Slightly over eight months ago, the United States Supreme Court issued one opinion (in Windsor v. United States) striking down Section 3 of the Defense of Marriage Act and another opinion (in Perry v. Hollingsworth) declining to consider whether there was a constitutional right to same-sex marriage. The net result of these two opinions was to invalidate Section 3 of DOMA (banning federal recognition of same-sex marriages) but to leave intact Section 2 of DOMA (allowing states to refuse to recognize same-sex marriages performed in other states) and state law bans on in-state same-sex marriages (except for California's ban). The reasoning in Windsor, however, inspired a new wave of challenges in state and federal courts to Section 2 of DOMA and to state bans on in-state marriages.
Since then, particular in the last three months, federal district courts have started to issue rulings on these cases. As of this point, federal courts in Kentucky, Oklahoma, Utah, Texas, and Virginia have struck down state law bans on same-sex marriages and a federal court in Ohio has struck down Section 2 of DOMA, finding that Ohio had to recognize marriages performed in other states. Furthermore, the state attorney generals in Nevada, Oregon, and Virginia have concluded that there is no valid legal basis to defend their state laws banning same-sex marriage.
Going forward, all of these decisions are currently being challenged on appeal. The first round of arguments will be the Tenth Circuit (which includes both Oklahoma and Utah) in April. Given normal court practices, the earliest likely date for an opinion from the Tenth Circuit would be August or September. The losing party would then have the option of asking for rehearing or simply proceeding to ask for the Supreme Court to review the case. My hunch is that, if the losing party in any of the Circuit Courts asks for rehearing by the entire court, there is a decent chance that they will get it, considering the significance of this issue. (In the Court of Appeals, cases are normally heard by a three-judge panel. While parties can request that the entire court -- or for the Ninth Circuit, a panel of about half the court -- rehear the case after the initial opinion, the full court denies that request almost all of the time. Given this practice, it is probably more likely that a request for rehearing would be declined, but the significance of these issues is likely to cause the judges to give the request closer consideration than in most cases.)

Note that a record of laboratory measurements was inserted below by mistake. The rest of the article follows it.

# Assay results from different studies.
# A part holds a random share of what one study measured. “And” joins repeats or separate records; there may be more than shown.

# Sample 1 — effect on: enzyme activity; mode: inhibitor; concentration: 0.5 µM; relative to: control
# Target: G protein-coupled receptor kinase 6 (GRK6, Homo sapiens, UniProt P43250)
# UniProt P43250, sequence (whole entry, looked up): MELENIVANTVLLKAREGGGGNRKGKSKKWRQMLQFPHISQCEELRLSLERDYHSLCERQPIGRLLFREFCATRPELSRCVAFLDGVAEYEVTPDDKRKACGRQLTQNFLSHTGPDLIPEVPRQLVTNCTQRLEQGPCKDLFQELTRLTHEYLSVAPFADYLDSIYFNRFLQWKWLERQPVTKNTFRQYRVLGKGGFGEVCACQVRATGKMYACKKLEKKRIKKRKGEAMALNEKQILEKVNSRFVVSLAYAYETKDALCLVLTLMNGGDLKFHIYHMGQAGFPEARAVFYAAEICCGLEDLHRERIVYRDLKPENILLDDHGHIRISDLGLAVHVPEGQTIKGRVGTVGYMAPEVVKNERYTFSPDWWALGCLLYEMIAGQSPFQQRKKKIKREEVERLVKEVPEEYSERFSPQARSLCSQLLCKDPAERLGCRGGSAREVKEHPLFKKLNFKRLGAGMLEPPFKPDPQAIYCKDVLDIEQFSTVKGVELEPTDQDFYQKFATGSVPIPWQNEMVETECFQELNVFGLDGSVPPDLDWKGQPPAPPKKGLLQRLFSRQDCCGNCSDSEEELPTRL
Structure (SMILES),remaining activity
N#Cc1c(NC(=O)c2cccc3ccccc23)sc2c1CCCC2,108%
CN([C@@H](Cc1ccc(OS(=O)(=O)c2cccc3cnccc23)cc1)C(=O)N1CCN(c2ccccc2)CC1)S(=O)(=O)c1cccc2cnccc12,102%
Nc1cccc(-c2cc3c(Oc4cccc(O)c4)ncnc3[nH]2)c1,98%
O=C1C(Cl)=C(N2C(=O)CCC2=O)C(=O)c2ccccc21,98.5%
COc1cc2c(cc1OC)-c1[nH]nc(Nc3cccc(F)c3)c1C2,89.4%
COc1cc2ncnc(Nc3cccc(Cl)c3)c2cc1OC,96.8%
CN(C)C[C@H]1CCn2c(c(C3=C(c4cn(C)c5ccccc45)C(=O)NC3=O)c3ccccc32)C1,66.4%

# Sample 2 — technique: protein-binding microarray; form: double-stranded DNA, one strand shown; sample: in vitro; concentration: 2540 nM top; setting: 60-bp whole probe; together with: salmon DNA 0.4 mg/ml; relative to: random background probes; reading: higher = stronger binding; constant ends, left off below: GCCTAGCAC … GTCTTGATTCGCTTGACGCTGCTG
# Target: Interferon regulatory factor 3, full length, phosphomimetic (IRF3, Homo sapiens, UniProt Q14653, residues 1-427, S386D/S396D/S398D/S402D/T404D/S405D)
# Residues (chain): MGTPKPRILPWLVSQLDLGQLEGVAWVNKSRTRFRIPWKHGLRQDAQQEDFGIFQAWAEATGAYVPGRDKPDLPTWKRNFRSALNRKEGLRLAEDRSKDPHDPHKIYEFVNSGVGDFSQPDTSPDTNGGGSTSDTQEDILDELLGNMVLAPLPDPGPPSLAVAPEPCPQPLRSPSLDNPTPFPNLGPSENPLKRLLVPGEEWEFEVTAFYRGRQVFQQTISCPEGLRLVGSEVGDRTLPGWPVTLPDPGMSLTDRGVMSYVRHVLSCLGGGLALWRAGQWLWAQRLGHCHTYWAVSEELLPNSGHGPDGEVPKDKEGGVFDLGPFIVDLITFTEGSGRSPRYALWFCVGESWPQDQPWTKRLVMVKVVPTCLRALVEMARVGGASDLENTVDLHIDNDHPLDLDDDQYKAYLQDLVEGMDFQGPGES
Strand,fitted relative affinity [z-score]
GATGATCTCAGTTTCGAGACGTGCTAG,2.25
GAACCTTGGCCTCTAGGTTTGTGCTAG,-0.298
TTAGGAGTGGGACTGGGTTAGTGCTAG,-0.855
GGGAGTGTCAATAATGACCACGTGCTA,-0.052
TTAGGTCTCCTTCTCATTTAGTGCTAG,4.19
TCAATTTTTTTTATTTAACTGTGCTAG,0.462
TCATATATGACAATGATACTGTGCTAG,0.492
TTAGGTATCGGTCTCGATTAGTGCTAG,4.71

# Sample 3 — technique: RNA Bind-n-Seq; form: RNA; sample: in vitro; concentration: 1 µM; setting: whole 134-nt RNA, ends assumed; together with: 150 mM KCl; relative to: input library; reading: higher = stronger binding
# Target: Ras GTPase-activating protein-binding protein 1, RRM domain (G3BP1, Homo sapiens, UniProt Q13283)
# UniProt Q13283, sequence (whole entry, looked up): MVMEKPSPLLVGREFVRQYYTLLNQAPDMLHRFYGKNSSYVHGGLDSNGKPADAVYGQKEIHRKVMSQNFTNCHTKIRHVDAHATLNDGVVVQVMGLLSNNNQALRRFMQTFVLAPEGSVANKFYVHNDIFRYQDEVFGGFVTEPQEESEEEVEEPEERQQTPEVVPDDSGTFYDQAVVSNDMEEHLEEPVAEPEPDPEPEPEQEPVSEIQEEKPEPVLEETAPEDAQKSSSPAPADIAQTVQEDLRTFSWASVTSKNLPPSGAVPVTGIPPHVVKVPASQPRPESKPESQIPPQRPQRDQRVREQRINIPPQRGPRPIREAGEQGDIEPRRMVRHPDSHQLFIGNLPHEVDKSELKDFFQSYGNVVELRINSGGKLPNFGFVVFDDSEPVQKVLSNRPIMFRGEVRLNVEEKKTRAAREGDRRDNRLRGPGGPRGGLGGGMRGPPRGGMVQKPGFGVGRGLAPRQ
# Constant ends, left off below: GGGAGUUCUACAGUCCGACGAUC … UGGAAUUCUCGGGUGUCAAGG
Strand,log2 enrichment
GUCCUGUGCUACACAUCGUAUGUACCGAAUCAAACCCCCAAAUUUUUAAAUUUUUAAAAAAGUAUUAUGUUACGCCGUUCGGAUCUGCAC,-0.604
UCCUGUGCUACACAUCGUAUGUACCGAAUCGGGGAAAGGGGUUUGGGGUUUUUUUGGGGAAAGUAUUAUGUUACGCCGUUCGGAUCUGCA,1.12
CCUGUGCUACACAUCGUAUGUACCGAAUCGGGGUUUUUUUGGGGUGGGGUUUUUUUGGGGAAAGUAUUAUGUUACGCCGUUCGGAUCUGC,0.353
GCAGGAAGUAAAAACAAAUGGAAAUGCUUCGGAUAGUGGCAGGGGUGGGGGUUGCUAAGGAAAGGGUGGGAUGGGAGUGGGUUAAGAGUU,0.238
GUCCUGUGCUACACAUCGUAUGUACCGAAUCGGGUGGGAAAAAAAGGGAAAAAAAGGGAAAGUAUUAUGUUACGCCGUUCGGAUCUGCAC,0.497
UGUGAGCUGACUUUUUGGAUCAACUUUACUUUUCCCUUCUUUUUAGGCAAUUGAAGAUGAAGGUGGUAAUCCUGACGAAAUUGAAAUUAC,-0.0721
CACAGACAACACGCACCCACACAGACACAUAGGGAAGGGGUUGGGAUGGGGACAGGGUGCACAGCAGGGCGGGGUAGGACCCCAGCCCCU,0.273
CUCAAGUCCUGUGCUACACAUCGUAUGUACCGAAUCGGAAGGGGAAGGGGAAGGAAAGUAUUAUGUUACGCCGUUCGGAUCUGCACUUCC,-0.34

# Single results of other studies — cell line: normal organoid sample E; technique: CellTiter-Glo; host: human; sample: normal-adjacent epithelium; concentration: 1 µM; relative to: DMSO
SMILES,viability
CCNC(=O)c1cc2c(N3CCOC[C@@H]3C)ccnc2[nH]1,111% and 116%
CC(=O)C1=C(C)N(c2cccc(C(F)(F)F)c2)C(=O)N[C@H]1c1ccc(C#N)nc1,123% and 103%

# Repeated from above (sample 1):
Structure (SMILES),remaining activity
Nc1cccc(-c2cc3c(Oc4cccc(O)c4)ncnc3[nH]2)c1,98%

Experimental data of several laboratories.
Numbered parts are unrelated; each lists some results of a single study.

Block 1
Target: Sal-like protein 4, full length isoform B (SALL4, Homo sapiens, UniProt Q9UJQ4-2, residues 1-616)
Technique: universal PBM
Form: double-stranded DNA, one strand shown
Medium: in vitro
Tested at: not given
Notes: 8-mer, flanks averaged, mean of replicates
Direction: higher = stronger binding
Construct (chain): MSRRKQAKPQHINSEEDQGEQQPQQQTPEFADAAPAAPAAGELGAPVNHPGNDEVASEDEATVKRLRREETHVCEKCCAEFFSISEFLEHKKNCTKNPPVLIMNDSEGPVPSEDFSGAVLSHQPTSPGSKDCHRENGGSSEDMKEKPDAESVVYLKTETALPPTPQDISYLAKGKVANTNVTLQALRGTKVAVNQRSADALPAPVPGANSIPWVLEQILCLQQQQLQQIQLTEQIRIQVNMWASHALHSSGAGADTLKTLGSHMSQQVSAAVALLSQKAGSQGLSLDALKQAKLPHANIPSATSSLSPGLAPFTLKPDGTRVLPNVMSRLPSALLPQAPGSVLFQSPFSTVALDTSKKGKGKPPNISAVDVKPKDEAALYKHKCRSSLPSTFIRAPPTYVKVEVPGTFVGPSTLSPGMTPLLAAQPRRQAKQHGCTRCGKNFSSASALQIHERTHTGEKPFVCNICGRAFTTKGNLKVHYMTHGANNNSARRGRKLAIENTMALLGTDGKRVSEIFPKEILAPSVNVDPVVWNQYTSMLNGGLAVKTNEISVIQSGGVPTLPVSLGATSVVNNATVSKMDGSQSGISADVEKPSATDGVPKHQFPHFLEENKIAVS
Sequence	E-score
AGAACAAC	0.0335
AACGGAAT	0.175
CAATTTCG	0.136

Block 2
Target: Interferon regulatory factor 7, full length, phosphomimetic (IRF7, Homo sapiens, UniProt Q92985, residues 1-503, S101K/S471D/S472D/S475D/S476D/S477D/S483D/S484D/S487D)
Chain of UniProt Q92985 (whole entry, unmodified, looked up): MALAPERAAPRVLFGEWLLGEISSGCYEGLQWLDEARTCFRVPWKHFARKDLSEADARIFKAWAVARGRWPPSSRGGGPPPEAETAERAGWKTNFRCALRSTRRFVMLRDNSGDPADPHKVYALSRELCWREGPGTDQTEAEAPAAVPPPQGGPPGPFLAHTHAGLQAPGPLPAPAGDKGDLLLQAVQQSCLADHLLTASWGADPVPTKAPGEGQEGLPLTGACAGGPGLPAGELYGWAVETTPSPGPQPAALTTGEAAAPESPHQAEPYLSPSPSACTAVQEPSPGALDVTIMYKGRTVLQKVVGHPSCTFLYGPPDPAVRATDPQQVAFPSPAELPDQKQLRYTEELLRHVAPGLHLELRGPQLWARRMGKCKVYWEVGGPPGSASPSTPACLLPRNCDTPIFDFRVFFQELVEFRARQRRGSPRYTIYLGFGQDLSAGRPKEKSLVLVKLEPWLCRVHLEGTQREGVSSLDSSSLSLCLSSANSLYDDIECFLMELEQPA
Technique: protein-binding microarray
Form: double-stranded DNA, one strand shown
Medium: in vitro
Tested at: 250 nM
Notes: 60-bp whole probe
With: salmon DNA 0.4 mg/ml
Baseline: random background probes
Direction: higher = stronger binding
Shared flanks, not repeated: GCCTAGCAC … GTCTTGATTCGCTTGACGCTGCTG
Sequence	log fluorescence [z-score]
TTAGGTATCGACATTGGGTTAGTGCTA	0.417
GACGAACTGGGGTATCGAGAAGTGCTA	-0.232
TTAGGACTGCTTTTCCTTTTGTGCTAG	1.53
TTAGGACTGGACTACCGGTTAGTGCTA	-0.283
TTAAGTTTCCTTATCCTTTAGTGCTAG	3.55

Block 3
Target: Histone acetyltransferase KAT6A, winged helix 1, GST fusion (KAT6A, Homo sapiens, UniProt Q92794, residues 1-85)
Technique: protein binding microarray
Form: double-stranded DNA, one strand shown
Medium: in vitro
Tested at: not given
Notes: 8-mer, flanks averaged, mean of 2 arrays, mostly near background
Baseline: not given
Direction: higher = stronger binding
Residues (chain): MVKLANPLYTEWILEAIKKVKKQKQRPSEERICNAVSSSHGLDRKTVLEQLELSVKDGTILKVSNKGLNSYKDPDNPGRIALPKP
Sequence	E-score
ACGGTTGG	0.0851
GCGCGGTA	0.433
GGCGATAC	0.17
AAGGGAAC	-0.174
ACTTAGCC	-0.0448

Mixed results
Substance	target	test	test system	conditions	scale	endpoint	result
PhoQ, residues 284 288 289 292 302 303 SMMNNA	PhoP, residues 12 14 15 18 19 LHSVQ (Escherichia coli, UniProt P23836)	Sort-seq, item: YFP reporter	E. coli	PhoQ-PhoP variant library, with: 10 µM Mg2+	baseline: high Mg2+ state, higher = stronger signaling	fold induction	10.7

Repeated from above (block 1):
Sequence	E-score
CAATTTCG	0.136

The key date for all of the pending appeals is probably around September 1 for the mandate from the Court of Appeals. The losing party on appeal has ninety days after the issuance of the mandate (normally issued within days of the denial of rehearing or the expiration of time to request rehearing) to file with the Supreme Court. The winning party has thirty days to file a response to the any petition filed with the United States Supreme Court. However, both parties can request extensions. Once a case is filed in the Supreme Court, the key day is in early January. If the response is filed by early January, the case can still be considered at a January conference and argued on the April argument calendar. If a case goes to the first February conference, the case will probably be bumped to the a fall argument calendar.
Given how tight the schedule is, I think it is unlikely that the Supreme Court will consider any cases on the merits of same-sex marriage until the fall of October 2015, potentially putting any decision on this issue into the Spring of 2016. What the Supreme Court does when these cases reach them will depend in large part on what happens in the various Courts of Appeal. If all of the Circuit Courts take an expansive reading of Windsor (as the District Courts have so far), there is a good possibility that the Supreme Court will decline to take a case on the state law bans, and instead take a case like the Ohio case challenging Section 2 of DOMA. Such an approach would satisfy those on the Supreme Court who want to proceed cautiously on this issue until such time as a decision authorizing same-sex marriage is almost an afterthought (i.e. when almost every state is already allowing same sex marriage). If a split develops in the Circuit Courts, however, the Supreme Court would be likely to take a case on the ultimate issue of whether there is a constitutional right to same sex marriage sooner.
The steady march of rulings by federal courts striking down state law bans has, to some extent, started to produce a reaction in "red" states with legislatures considering (but so far not enacting) religious conscious laws designed to allow folks to opt out of providing wedding-related services to those same-sex couples planning a wedding. To date, these laws have been extremely broadly written (allowing discrimination against homosexuals generally) which has led to their failure. I would expect to see a second version of these laws coming forward soon that will be more narrowly tailored to limit them to certain types of services.